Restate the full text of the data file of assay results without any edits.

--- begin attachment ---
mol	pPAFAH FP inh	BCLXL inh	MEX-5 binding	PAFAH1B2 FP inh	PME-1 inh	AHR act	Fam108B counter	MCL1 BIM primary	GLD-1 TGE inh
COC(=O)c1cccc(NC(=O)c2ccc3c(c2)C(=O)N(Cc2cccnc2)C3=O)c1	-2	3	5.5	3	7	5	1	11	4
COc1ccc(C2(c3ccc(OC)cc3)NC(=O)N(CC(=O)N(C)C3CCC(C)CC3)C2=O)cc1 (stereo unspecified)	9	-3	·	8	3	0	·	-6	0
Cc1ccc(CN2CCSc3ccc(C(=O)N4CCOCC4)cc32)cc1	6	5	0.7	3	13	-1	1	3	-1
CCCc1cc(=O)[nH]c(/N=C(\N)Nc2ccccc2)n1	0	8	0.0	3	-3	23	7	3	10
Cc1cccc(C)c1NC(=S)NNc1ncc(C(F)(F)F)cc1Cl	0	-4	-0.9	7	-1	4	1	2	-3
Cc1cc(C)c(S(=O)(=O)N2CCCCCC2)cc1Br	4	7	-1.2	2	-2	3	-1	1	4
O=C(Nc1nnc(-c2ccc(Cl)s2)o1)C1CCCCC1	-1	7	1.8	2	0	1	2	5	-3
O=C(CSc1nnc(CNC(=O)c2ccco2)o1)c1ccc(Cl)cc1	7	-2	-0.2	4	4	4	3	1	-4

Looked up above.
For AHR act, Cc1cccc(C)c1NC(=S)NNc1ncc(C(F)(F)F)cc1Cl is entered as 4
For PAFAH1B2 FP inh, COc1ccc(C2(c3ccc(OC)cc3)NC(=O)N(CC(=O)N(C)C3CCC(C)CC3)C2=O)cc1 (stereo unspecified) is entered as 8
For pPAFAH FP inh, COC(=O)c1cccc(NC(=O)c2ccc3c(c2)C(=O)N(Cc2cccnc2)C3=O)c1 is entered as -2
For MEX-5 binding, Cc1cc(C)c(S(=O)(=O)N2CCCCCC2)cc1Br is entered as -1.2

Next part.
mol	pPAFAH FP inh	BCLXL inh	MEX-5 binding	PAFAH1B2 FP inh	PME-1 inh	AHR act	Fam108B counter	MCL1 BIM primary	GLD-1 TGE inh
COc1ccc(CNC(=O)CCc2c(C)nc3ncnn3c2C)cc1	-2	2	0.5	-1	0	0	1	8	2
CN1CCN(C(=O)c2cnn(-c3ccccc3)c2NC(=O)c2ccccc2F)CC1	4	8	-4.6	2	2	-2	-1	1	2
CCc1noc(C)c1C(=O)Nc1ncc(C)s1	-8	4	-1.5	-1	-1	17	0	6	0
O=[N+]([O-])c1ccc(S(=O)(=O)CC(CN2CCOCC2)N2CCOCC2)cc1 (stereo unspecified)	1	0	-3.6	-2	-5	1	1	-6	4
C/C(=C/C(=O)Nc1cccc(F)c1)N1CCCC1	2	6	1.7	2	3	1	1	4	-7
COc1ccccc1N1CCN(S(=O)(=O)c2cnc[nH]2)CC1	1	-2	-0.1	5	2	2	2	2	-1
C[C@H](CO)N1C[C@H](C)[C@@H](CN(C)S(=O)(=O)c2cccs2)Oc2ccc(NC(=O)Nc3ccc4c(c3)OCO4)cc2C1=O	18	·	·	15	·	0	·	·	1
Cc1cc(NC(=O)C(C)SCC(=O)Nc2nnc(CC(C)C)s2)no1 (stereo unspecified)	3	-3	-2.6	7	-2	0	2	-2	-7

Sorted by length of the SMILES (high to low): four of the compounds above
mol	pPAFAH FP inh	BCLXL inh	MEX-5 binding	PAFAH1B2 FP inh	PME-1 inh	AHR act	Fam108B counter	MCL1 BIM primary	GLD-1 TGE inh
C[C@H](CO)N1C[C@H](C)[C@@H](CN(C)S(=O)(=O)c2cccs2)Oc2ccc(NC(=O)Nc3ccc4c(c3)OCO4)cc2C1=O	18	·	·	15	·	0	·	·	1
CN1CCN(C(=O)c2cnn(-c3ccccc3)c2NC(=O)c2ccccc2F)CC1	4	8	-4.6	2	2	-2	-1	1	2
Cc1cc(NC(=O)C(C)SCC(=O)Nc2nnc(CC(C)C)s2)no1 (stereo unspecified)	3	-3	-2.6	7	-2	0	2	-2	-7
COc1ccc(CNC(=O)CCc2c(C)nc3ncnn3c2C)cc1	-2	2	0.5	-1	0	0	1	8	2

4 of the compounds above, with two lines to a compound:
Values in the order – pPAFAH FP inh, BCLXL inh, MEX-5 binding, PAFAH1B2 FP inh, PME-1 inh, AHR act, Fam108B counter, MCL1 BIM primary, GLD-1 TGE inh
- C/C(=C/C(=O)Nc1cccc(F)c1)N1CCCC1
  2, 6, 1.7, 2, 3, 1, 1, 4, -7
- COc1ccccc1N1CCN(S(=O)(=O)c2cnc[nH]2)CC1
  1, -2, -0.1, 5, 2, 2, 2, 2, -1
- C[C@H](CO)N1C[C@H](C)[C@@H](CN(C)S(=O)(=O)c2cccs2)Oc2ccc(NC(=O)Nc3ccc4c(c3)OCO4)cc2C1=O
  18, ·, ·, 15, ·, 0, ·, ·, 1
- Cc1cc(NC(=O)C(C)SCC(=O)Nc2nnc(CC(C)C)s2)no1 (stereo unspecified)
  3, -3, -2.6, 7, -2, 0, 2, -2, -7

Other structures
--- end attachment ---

mol	pPAFAH FP inh	BCLXL inh	MEX-5 binding	PAFAH1B2 FP inh	PME-1 inh	AHR act	Fam108B counter	MCL1 BIM primary	GLD-1 TGE inh
COC(=O)c1cccc(NC(=O)c2ccc3c(c2)C(=O)N(Cc2cccnc2)C3=O)c1	-2	3	5.5	3	7	5	1	11	4
COc1ccc(C2(c3ccc(OC)cc3)NC(=O)N(CC(=O)N(C)C3CCC(C)CC3)C2=O)cc1 (stereo unspecified)	9	-3	·	8	3	0	·	-6	0
Cc1ccc(CN2CCSc3ccc(C(=O)N4CCOCC4)cc32)cc1	6	5	0.7	3	13	-1	1	3	-1
CCCc1cc(=O)[nH]c(/N=C(\N)Nc2ccccc2)n1	0	8	0.0	3	-3	23	7	3	10
Cc1cccc(C)c1NC(=S)NNc1ncc(C(F)(F)F)cc1Cl	0	-4	-0.9	7	-1	4	1	2	-3
Cc1cc(C)c(S(=O)(=O)N2CCCCCC2)cc1Br	4	7	-1.2	2	-2	3	-1	1	4
O=C(Nc1nnc(-c2ccc(Cl)s2)o1)C1CCCCC1	-1	7	1.8	2	0	1	2	5	-3
O=C(CSc1nnc(CNC(=O)c2ccco2)o1)c1ccc(Cl)cc1	7	-2	-0.2	4	4	4	3	1	-4

Looked up above.
For AHR act, Cc1cccc(C)c1NC(=S)NNc1ncc(C(F)(F)F)cc1Cl is entered as 4
For PAFAH1B2 FP inh, COc1ccc(C2(c3ccc(OC)cc3)NC(=O)N(CC(=O)N(C)C3CCC(C)CC3)C2=O)cc1 (stereo unspecified) is entered as 8
For pPAFAH FP inh, COC(=O)c1cccc(NC(=O)c2ccc3c(c2)C(=O)N(Cc2cccnc2)C3=O)c1 is entered as -2
For MEX-5 binding, Cc1cc(C)c(S(=O)(=O)N2CCCCCC2)cc1Br is entered as -1.2

Next part.
mol	pPAFAH FP inh	BCLXL inh	MEX-5 binding	PAFAH1B2 FP inh	PME-1 inh	AHR act	Fam108B counter	MCL1 BIM primary	GLD-1 TGE inh
COc1ccc(CNC(=O)CCc2c(C)nc3ncnn3c2C)cc1	-2	2	0.5	-1	0	0	1	8	2
CN1CCN(C(=O)c2cnn(-c3ccccc3)c2NC(=O)c2ccccc2F)CC1	4	8	-4.6	2	2	-2	-1	1	2
CCc1noc(C)c1C(=O)Nc1ncc(C)s1	-8	4	-1.5	-1	-1	17	0	6	0
O=[N+]([O-])c1ccc(S(=O)(=O)CC(CN2CCOCC2)N2CCOCC2)cc1 (stereo unspecified)	1	0	-3.6	-2	-5	1	1	-6	4
C/C(=C/C(=O)Nc1cccc(F)c1)N1CCCC1	2	6	1.7	2	3	1	1	4	-7
COc1ccccc1N1CCN(S(=O)(=O)c2cnc[nH]2)CC1	1	-2	-0.1	5	2	2	2	2	-1
C[C@H](CO)N1C[C@H](C)[C@@H](CN(C)S(=O)(=O)c2cccs2)Oc2ccc(NC(=O)Nc3ccc4c(c3)OCO4)cc2C1=O	18	·	·	15	·	0	·	·	1
Cc1cc(NC(=O)C(C)SCC(=O)Nc2nnc(CC(C)C)s2)no1 (stereo unspecified)	3	-3	-2.6	7	-2	0	2	-2	-7

Sorted by length of the SMILES (high to low): four of the compounds above
mol	pPAFAH FP inh	BCLXL inh	MEX-5 binding	PAFAH1B2 FP inh	PME-1 inh	AHR act	Fam108B counter	MCL1 BIM primary	GLD-1 TGE inh
C[C@H](CO)N1C[C@H](C)[C@@H](CN(C)S(=O)(=O)c2cccs2)Oc2ccc(NC(=O)Nc3ccc4c(c3)OCO4)cc2C1=O	18	·	·	15	·	0	·	·	1
CN1CCN(C(=O)c2cnn(-c3ccccc3)c2NC(=O)c2ccccc2F)CC1	4	8	-4.6	2	2	-2	-1	1	2
Cc1cc(NC(=O)C(C)SCC(=O)Nc2nnc(CC(C)C)s2)no1 (stereo unspecified)	3	-3	-2.6	7	-2	0	2	-2	-7
COc1ccc(CNC(=O)CCc2c(C)nc3ncnn3c2C)cc1	-2	2	0.5	-1	0	0	1	8	2

4 of the compounds above, with two lines to a compound:
Values in the order – pPAFAH FP inh, BCLXL inh, MEX-5 binding, PAFAH1B2 FP inh, PME-1 inh, AHR act, Fam108B counter, MCL1 BIM primary, GLD-1 TGE inh
- C/C(=C/C(=O)Nc1cccc(F)c1)N1CCCC1
  2, 6, 1.7, 2, 3, 1, 1, 4, -7
- COc1ccccc1N1CCN(S(=O)(=O)c2cnc[nH]2)CC1
  1, -2, -0.1, 5, 2, 2, 2, 2, -1
- C[C@H](CO)N1C[C@H](C)[C@@H](CN(C)S(=O)(=O)c2cccs2)Oc2ccc(NC(=O)Nc3ccc4c(c3)OCO4)cc2C1=O
  18, ·, ·, 15, ·, 0, ·, ·, 1
- Cc1cc(NC(=O)C(C)SCC(=O)Nc2nnc(CC(C)C)s2)no1 (stereo unspecified)
  3, -3, -2.6, 7, -2, 0, 2, -2, -7

Other structures